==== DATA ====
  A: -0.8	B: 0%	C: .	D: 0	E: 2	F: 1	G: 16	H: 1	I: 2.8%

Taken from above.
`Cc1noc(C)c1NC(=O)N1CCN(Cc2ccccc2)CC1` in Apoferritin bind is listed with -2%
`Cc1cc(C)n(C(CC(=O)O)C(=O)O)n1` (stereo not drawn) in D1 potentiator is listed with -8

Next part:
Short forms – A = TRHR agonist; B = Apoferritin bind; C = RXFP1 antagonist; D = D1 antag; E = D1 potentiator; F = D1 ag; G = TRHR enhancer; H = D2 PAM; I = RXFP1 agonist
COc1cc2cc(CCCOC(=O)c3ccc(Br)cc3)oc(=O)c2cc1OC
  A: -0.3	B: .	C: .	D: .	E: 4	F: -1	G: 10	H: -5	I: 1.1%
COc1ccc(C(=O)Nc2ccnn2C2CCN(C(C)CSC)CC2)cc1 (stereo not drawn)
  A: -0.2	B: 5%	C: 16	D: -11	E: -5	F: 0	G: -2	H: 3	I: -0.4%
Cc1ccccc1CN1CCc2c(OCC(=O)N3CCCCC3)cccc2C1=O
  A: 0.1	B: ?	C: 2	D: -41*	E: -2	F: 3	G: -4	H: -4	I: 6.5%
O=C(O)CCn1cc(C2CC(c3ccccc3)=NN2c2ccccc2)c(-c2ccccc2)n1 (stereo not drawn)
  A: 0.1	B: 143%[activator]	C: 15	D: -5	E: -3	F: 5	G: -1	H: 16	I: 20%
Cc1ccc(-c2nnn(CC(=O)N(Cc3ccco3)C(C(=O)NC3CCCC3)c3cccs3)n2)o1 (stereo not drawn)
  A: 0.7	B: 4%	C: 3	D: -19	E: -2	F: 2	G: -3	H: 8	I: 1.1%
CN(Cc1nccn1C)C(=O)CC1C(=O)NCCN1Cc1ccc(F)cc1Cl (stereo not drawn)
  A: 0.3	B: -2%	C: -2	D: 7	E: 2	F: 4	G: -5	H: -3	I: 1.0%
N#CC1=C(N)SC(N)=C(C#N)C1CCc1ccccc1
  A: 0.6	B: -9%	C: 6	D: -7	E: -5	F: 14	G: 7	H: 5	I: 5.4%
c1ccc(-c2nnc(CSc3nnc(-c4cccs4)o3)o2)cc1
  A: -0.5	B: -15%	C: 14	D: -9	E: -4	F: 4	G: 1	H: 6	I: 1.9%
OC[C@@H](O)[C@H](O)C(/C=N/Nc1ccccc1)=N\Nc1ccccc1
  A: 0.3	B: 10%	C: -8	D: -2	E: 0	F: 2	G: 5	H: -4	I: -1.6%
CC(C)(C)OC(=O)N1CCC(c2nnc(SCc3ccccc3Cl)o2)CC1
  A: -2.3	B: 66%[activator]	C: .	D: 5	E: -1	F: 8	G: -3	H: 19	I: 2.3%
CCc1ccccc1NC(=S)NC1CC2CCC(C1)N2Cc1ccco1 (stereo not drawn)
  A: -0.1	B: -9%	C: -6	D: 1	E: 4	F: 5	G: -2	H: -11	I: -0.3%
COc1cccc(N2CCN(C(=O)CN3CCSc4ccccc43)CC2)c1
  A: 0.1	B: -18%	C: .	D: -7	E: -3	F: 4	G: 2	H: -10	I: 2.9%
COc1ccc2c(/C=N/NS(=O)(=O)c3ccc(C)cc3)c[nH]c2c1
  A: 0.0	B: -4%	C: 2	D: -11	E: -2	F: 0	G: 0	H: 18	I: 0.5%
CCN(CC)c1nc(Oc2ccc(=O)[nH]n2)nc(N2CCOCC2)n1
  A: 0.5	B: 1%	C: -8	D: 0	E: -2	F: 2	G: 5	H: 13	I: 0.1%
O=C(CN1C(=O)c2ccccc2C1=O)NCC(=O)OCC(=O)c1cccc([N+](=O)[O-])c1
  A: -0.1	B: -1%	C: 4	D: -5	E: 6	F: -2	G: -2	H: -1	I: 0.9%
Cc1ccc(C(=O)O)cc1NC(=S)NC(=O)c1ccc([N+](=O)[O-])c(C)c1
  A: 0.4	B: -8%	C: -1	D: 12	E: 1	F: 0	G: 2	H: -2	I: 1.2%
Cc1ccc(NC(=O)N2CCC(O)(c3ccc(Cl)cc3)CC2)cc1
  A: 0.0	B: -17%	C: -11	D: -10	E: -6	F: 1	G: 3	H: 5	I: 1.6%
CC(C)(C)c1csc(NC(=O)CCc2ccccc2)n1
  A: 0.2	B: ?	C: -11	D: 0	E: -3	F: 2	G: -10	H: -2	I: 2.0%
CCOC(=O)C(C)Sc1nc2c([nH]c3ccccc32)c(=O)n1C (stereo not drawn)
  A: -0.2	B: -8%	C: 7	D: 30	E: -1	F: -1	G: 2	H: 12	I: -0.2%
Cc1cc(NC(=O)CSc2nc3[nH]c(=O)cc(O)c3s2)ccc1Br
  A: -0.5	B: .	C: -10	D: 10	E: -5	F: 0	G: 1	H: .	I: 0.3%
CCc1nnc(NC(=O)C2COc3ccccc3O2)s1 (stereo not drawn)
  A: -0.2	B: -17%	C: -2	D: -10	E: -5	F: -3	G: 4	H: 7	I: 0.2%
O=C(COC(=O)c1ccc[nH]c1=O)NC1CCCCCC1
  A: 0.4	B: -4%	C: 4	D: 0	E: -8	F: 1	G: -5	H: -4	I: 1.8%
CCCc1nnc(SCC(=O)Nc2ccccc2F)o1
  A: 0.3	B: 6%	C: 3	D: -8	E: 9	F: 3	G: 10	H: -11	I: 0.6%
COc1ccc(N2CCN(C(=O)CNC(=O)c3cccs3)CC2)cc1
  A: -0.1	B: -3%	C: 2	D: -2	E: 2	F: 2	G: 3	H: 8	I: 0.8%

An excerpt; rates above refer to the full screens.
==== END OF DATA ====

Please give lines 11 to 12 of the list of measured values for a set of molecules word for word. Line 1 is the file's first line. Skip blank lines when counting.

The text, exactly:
Cc1ccccc1CN1CCc2c(OCC(=O)N3CCCCC3)cccc2C1=O
  A: 0.1	B: ?	C: 2	D: -41*	E: -2	F: 3	G: -4	H: -4	I: 6.5%